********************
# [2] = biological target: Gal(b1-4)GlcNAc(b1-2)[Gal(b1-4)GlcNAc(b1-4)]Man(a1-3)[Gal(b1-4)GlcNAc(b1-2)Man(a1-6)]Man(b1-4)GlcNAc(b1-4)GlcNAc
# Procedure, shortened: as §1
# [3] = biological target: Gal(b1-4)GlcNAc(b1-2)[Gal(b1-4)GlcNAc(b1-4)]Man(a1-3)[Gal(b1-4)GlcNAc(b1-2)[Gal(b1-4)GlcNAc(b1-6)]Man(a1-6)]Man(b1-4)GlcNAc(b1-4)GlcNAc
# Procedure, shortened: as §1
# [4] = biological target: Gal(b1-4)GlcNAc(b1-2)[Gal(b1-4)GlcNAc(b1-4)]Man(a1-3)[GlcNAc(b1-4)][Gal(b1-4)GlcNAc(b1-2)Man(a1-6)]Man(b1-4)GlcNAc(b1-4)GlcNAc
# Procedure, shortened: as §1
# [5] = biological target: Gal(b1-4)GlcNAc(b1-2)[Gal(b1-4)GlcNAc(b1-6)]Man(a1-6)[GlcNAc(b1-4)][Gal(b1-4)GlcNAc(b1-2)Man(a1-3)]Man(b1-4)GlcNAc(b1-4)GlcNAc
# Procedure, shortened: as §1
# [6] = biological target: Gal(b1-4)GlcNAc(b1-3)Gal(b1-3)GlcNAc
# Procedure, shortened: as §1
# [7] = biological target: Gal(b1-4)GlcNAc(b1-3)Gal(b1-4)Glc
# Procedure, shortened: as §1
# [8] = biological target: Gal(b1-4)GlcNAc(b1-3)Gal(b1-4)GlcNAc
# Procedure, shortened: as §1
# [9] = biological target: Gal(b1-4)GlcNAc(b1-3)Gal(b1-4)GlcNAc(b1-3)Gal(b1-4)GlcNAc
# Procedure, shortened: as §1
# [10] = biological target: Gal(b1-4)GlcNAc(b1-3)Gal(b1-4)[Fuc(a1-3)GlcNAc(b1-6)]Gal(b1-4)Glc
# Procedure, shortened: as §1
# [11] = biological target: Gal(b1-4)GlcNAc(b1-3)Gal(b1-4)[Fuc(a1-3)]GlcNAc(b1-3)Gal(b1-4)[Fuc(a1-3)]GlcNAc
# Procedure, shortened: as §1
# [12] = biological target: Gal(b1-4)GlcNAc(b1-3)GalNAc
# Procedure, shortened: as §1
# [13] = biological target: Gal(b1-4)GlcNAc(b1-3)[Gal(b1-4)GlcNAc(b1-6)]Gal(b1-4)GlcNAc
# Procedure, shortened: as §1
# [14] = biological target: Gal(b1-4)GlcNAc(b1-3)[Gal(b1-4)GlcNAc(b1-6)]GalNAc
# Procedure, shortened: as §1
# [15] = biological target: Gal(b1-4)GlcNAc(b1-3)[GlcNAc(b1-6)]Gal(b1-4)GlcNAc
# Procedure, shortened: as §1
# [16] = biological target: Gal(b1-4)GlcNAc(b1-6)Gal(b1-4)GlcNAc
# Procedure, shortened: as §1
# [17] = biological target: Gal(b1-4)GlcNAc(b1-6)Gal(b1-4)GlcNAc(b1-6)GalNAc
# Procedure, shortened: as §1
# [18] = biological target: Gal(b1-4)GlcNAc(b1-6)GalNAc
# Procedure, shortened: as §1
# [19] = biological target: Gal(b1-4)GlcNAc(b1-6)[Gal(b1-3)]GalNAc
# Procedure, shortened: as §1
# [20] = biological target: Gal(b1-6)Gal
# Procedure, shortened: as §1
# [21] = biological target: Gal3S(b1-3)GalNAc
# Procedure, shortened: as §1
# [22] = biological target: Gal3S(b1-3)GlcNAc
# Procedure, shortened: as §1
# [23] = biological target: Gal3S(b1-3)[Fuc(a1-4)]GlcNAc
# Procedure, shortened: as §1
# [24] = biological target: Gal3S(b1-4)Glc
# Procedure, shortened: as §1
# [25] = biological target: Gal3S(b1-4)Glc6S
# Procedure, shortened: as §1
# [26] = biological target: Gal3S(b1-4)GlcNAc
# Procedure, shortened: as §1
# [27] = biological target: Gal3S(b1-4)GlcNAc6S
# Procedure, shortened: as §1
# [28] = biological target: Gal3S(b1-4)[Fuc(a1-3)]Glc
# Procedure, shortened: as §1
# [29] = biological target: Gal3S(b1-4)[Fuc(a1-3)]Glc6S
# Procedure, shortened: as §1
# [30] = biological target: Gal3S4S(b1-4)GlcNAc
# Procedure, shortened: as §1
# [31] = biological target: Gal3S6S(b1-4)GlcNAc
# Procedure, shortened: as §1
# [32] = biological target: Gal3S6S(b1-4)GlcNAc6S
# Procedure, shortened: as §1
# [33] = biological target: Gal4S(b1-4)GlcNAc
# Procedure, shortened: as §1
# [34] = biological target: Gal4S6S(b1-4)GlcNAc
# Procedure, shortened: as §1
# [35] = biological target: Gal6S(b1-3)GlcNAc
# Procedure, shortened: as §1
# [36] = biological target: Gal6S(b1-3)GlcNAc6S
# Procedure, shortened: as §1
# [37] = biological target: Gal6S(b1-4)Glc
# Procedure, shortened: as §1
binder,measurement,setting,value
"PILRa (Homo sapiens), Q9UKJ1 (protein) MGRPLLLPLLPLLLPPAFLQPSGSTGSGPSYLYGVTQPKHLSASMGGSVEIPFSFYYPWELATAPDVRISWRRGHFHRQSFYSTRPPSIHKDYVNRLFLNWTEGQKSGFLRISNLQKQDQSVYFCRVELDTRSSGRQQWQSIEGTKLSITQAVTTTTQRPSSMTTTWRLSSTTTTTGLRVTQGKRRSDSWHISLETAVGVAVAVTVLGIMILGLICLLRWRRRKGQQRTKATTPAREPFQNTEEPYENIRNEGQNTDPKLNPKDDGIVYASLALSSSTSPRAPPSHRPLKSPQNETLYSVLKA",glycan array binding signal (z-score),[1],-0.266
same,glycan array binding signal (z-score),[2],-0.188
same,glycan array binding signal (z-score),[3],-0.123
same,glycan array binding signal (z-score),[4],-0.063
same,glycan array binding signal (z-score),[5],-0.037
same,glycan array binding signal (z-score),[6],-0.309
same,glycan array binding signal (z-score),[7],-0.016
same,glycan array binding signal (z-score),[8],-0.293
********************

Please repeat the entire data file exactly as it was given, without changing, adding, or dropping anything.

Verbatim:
# [2] = biological target: Gal(b1-4)GlcNAc(b1-2)[Gal(b1-4)GlcNAc(b1-4)]Man(a1-3)[Gal(b1-4)GlcNAc(b1-2)Man(a1-6)]Man(b1-4)GlcNAc(b1-4)GlcNAc
# Procedure, shortened: as §1
# [3] = biological target: Gal(b1-4)GlcNAc(b1-2)[Gal(b1-4)GlcNAc(b1-4)]Man(a1-3)[Gal(b1-4)GlcNAc(b1-2)[Gal(b1-4)GlcNAc(b1-6)]Man(a1-6)]Man(b1-4)GlcNAc(b1-4)GlcNAc
# Procedure, shortened: as §1
# [4] = biological target: Gal(b1-4)GlcNAc(b1-2)[Gal(b1-4)GlcNAc(b1-4)]Man(a1-3)[GlcNAc(b1-4)][Gal(b1-4)GlcNAc(b1-2)Man(a1-6)]Man(b1-4)GlcNAc(b1-4)GlcNAc
# Procedure, shortened: as §1
# [5] = biological target: Gal(b1-4)GlcNAc(b1-2)[Gal(b1-4)GlcNAc(b1-6)]Man(a1-6)[GlcNAc(b1-4)][Gal(b1-4)GlcNAc(b1-2)Man(a1-3)]Man(b1-4)GlcNAc(b1-4)GlcNAc
# Procedure, shortened: as §1
# [6] = biological target: Gal(b1-4)GlcNAc(b1-3)Gal(b1-3)GlcNAc
# Procedure, shortened: as §1
# [7] = biological target: Gal(b1-4)GlcNAc(b1-3)Gal(b1-4)Glc
# Procedure, shortened: as §1
# [8] = biological target: Gal(b1-4)GlcNAc(b1-3)Gal(b1-4)GlcNAc
# Procedure, shortened: as §1
# [9] = biological target: Gal(b1-4)GlcNAc(b1-3)Gal(b1-4)GlcNAc(b1-3)Gal(b1-4)GlcNAc
# Procedure, shortened: as §1
# [10] = biological target: Gal(b1-4)GlcNAc(b1-3)Gal(b1-4)[Fuc(a1-3)GlcNAc(b1-6)]Gal(b1-4)Glc
# Procedure, shortened: as §1
# [11] = biological target: Gal(b1-4)GlcNAc(b1-3)Gal(b1-4)[Fuc(a1-3)]GlcNAc(b1-3)Gal(b1-4)[Fuc(a1-3)]GlcNAc
# Procedure, shortened: as §1
# [12] = biological target: Gal(b1-4)GlcNAc(b1-3)GalNAc
# Procedure, shortened: as §1
# [13] = biological target: Gal(b1-4)GlcNAc(b1-3)[Gal(b1-4)GlcNAc(b1-6)]Gal(b1-4)GlcNAc
# Procedure, shortened: as §1
# [14] = biological target: Gal(b1-4)GlcNAc(b1-3)[Gal(b1-4)GlcNAc(b1-6)]GalNAc
# Procedure, shortened: as §1
# [15] = biological target: Gal(b1-4)GlcNAc(b1-3)[GlcNAc(b1-6)]Gal(b1-4)GlcNAc
# Procedure, shortened: as §1
# [16] = biological target: Gal(b1-4)GlcNAc(b1-6)Gal(b1-4)GlcNAc
# Procedure, shortened: as §1
# [17] = biological target: Gal(b1-4)GlcNAc(b1-6)Gal(b1-4)GlcNAc(b1-6)GalNAc
# Procedure, shortened: as §1
# [18] = biological target: Gal(b1-4)GlcNAc(b1-6)GalNAc
# Procedure, shortened: as §1
# [19] = biological target: Gal(b1-4)GlcNAc(b1-6)[Gal(b1-3)]GalNAc
# Procedure, shortened: as §1
# [20] = biological target: Gal(b1-6)Gal
# Procedure, shortened: as §1
# [21] = biological target: Gal3S(b1-3)GalNAc
# Procedure, shortened: as §1
# [22] = biological target: Gal3S(b1-3)GlcNAc
# Procedure, shortened: as §1
# [23] = biological target: Gal3S(b1-3)[Fuc(a1-4)]GlcNAc
# Procedure, shortened: as §1
# [24] = biological target: Gal3S(b1-4)Glc
# Procedure, shortened: as §1
# [25] = biological target: Gal3S(b1-4)Glc6S
# Procedure, shortened: as §1
# [26] = biological target: Gal3S(b1-4)GlcNAc
# Procedure, shortened: as §1
# [27] = biological target: Gal3S(b1-4)GlcNAc6S
# Procedure, shortened: as §1
# [28] = biological target: Gal3S(b1-4)[Fuc(a1-3)]Glc
# Procedure, shortened: as §1
# [29] = biological target: Gal3S(b1-4)[Fuc(a1-3)]Glc6S
# Procedure, shortened: as §1
# [30] = biological target: Gal3S4S(b1-4)GlcNAc
# Procedure, shortened: as §1
# [31] = biological target: Gal3S6S(b1-4)GlcNAc
# Procedure, shortened: as §1
# [32] = biological target: Gal3S6S(b1-4)GlcNAc6S
# Procedure, shortened: as §1
# [33] = biological target: Gal4S(b1-4)GlcNAc
# Procedure, shortened: as §1
# [34] = biological target: Gal4S6S(b1-4)GlcNAc
# Procedure, shortened: as §1
# [35] = biological target: Gal6S(b1-3)GlcNAc
# Procedure, shortened: as §1
# [36] = biological target: Gal6S(b1-3)GlcNAc6S
# Procedure, shortened: as §1
# [37] = biological target: Gal6S(b1-4)Glc
# Procedure, shortened: as §1
binder,measurement,setting,value
"PILRa (Homo sapiens), Q9UKJ1 (protein) MGRPLLLPLLPLLLPPAFLQPSGSTGSGPSYLYGVTQPKHLSASMGGSVEIPFSFYYPWELATAPDVRISWRRGHFHRQSFYSTRPPSIHKDYVNRLFLNWTEGQKSGFLRISNLQKQDQSVYFCRVELDTRSSGRQQWQSIEGTKLSITQAVTTTTQRPSSMTTTWRLSSTTTTTGLRVTQGKRRSDSWHISLETAVGVAVAVTVLGIMILGLICLLRWRRRKGQQRTKATTPAREPFQNTEEPYENIRNEGQNTDPKLNPKDDGIVYASLALSSSTSPRAPPSHRPLKSPQNETLYSVLKA",glycan array binding signal (z-score),[1],-0.266
same,glycan array binding signal (z-score),[2],-0.188
same,glycan array binding signal (z-score),[3],-0.123
same,glycan array binding signal (z-score),[4],-0.063
same,glycan array binding signal (z-score),[5],-0.037
same,glycan array binding signal (z-score),[6],-0.309
same,glycan array binding signal (z-score),[7],-0.016
same,glycan array binding signal (z-score),[8],-0.293